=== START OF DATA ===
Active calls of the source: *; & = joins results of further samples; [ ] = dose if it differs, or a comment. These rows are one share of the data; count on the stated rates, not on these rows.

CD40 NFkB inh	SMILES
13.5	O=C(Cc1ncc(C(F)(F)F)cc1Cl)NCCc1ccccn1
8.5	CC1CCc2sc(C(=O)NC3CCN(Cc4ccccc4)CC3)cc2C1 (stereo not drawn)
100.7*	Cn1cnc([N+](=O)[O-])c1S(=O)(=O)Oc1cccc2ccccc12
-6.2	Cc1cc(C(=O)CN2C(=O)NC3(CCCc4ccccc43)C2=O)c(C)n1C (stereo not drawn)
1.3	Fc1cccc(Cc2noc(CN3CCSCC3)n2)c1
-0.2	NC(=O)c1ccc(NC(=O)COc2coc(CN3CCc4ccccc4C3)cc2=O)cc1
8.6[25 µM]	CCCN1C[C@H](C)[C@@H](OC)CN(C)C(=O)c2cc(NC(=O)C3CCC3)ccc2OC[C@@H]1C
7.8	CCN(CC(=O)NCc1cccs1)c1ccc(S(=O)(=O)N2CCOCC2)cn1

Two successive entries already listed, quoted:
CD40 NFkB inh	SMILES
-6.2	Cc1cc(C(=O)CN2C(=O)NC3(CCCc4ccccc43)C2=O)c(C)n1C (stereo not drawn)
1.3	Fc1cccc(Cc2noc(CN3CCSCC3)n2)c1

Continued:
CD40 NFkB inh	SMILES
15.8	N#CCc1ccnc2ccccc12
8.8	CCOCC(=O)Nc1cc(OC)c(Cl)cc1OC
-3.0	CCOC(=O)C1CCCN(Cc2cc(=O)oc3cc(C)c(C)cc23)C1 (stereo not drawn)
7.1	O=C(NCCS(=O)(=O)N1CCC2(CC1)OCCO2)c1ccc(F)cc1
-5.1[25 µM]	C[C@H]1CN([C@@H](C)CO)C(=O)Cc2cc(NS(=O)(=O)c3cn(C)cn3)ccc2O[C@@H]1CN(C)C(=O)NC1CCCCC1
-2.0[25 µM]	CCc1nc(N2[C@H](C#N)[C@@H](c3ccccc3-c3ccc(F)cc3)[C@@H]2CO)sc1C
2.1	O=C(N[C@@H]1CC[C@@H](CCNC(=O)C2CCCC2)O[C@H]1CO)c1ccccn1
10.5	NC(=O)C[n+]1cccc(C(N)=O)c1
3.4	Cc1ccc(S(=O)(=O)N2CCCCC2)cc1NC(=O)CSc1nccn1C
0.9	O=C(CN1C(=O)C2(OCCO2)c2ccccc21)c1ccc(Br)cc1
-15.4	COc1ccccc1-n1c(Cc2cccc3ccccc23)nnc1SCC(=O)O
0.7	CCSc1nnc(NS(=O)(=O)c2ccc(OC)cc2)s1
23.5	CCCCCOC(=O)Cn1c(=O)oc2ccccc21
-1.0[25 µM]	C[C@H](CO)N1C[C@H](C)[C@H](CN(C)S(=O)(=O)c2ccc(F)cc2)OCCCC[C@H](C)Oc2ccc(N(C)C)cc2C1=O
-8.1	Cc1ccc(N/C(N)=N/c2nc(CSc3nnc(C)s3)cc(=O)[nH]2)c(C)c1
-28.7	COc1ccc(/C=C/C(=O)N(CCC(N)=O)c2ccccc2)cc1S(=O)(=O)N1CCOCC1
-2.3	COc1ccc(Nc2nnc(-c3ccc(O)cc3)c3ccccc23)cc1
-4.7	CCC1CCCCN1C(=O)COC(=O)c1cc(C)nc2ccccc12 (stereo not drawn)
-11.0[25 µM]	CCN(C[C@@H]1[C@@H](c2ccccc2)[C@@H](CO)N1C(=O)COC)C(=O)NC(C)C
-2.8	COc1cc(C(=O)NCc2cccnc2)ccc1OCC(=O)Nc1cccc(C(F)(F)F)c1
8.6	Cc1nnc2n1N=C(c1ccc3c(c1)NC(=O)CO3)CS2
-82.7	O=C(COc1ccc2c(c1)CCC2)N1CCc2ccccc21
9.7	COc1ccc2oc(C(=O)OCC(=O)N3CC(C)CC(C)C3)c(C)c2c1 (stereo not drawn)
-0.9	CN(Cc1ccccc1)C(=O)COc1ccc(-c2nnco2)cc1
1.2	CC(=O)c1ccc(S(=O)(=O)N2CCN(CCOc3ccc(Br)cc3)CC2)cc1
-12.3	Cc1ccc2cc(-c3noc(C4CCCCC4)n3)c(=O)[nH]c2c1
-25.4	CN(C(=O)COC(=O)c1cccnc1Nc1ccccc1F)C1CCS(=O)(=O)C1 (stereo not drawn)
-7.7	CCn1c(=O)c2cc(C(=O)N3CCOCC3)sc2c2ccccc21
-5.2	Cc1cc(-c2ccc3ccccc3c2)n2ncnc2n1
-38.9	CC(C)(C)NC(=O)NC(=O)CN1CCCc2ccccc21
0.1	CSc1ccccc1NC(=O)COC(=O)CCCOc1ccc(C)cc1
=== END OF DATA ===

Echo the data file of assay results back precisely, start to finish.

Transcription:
Active calls of the source: *; & = joins results of further samples; [ ] = dose if it differs, or a comment. These rows are one share of the data; count on the stated rates, not on these rows.

CD40 NFkB inh	SMILES
13.5	O=C(Cc1ncc(C(F)(F)F)cc1Cl)NCCc1ccccn1
8.5	CC1CCc2sc(C(=O)NC3CCN(Cc4ccccc4)CC3)cc2C1 (stereo not drawn)
100.7*	Cn1cnc([N+](=O)[O-])c1S(=O)(=O)Oc1cccc2ccccc12
-6.2	Cc1cc(C(=O)CN2C(=O)NC3(CCCc4ccccc43)C2=O)c(C)n1C (stereo not drawn)
1.3	Fc1cccc(Cc2noc(CN3CCSCC3)n2)c1
-0.2	NC(=O)c1ccc(NC(=O)COc2coc(CN3CCc4ccccc4C3)cc2=O)cc1
8.6[25 µM]	CCCN1C[C@H](C)[C@@H](OC)CN(C)C(=O)c2cc(NC(=O)C3CCC3)ccc2OC[C@@H]1C
7.8	CCN(CC(=O)NCc1cccs1)c1ccc(S(=O)(=O)N2CCOCC2)cn1

Two successive entries already listed, quoted:
CD40 NFkB inh	SMILES
-6.2	Cc1cc(C(=O)CN2C(=O)NC3(CCCc4ccccc43)C2=O)c(C)n1C (stereo not drawn)
1.3	Fc1cccc(Cc2noc(CN3CCSCC3)n2)c1

Continued:
CD40 NFkB inh	SMILES
15.8	N#CCc1ccnc2ccccc12
8.8	CCOCC(=O)Nc1cc(OC)c(Cl)cc1OC
-3.0	CCOC(=O)C1CCCN(Cc2cc(=O)oc3cc(C)c(C)cc23)C1 (stereo not drawn)
7.1	O=C(NCCS(=O)(=O)N1CCC2(CC1)OCCO2)c1ccc(F)cc1
-5.1[25 µM]	C[C@H]1CN([C@@H](C)CO)C(=O)Cc2cc(NS(=O)(=O)c3cn(C)cn3)ccc2O[C@@H]1CN(C)C(=O)NC1CCCCC1
-2.0[25 µM]	CCc1nc(N2[C@H](C#N)[C@@H](c3ccccc3-c3ccc(F)cc3)[C@@H]2CO)sc1C
2.1	O=C(N[C@@H]1CC[C@@H](CCNC(=O)C2CCCC2)O[C@H]1CO)c1ccccn1
10.5	NC(=O)C[n+]1cccc(C(N)=O)c1
3.4	Cc1ccc(S(=O)(=O)N2CCCCC2)cc1NC(=O)CSc1nccn1C
0.9	O=C(CN1C(=O)C2(OCCO2)c2ccccc21)c1ccc(Br)cc1
-15.4	COc1ccccc1-n1c(Cc2cccc3ccccc23)nnc1SCC(=O)O
0.7	CCSc1nnc(NS(=O)(=O)c2ccc(OC)cc2)s1
23.5	CCCCCOC(=O)Cn1c(=O)oc2ccccc21
-1.0[25 µM]	C[C@H](CO)N1C[C@H](C)[C@H](CN(C)S(=O)(=O)c2ccc(F)cc2)OCCCC[C@H](C)Oc2ccc(N(C)C)cc2C1=O
-8.1	Cc1ccc(N/C(N)=N/c2nc(CSc3nnc(C)s3)cc(=O)[nH]2)c(C)c1
-28.7	COc1ccc(/C=C/C(=O)N(CCC(N)=O)c2ccccc2)cc1S(=O)(=O)N1CCOCC1
-2.3	COc1ccc(Nc2nnc(-c3ccc(O)cc3)c3ccccc23)cc1
-4.7	CCC1CCCCN1C(=O)COC(=O)c1cc(C)nc2ccccc12 (stereo not drawn)
-11.0[25 µM]	CCN(C[C@@H]1[C@@H](c2ccccc2)[C@@H](CO)N1C(=O)COC)C(=O)NC(C)C
-2.8	COc1cc(C(=O)NCc2cccnc2)ccc1OCC(=O)Nc1cccc(C(F)(F)F)c1
8.6	Cc1nnc2n1N=C(c1ccc3c(c1)NC(=O)CO3)CS2
-82.7	O=C(COc1ccc2c(c1)CCC2)N1CCc2ccccc21
9.7	COc1ccc2oc(C(=O)OCC(=O)N3CC(C)CC(C)C3)c(C)c2c1 (stereo not drawn)
-0.9	CN(Cc1ccccc1)C(=O)COc1ccc(-c2nnco2)cc1
1.2	CC(=O)c1ccc(S(=O)(=O)N2CCN(CCOc3ccc(Br)cc3)CC2)cc1
-12.3	Cc1ccc2cc(-c3noc(C4CCCCC4)n3)c(=O)[nH]c2c1
-25.4	CN(C(=O)COC(=O)c1cccnc1Nc1ccccc1F)C1CCS(=O)(=O)C1 (stereo not drawn)
-7.7	CCn1c(=O)c2cc(C(=O)N3CCOCC3)sc2c2ccccc21
-5.2	Cc1cc(-c2ccc3ccccc3c2)n2ncnc2n1
-38.9	CC(C)(C)NC(=O)NC(=O)CN1CCCc2ccccc21
0.1	CSc1ccccc1NC(=O)COC(=O)CCCOc1ccc(C)cc1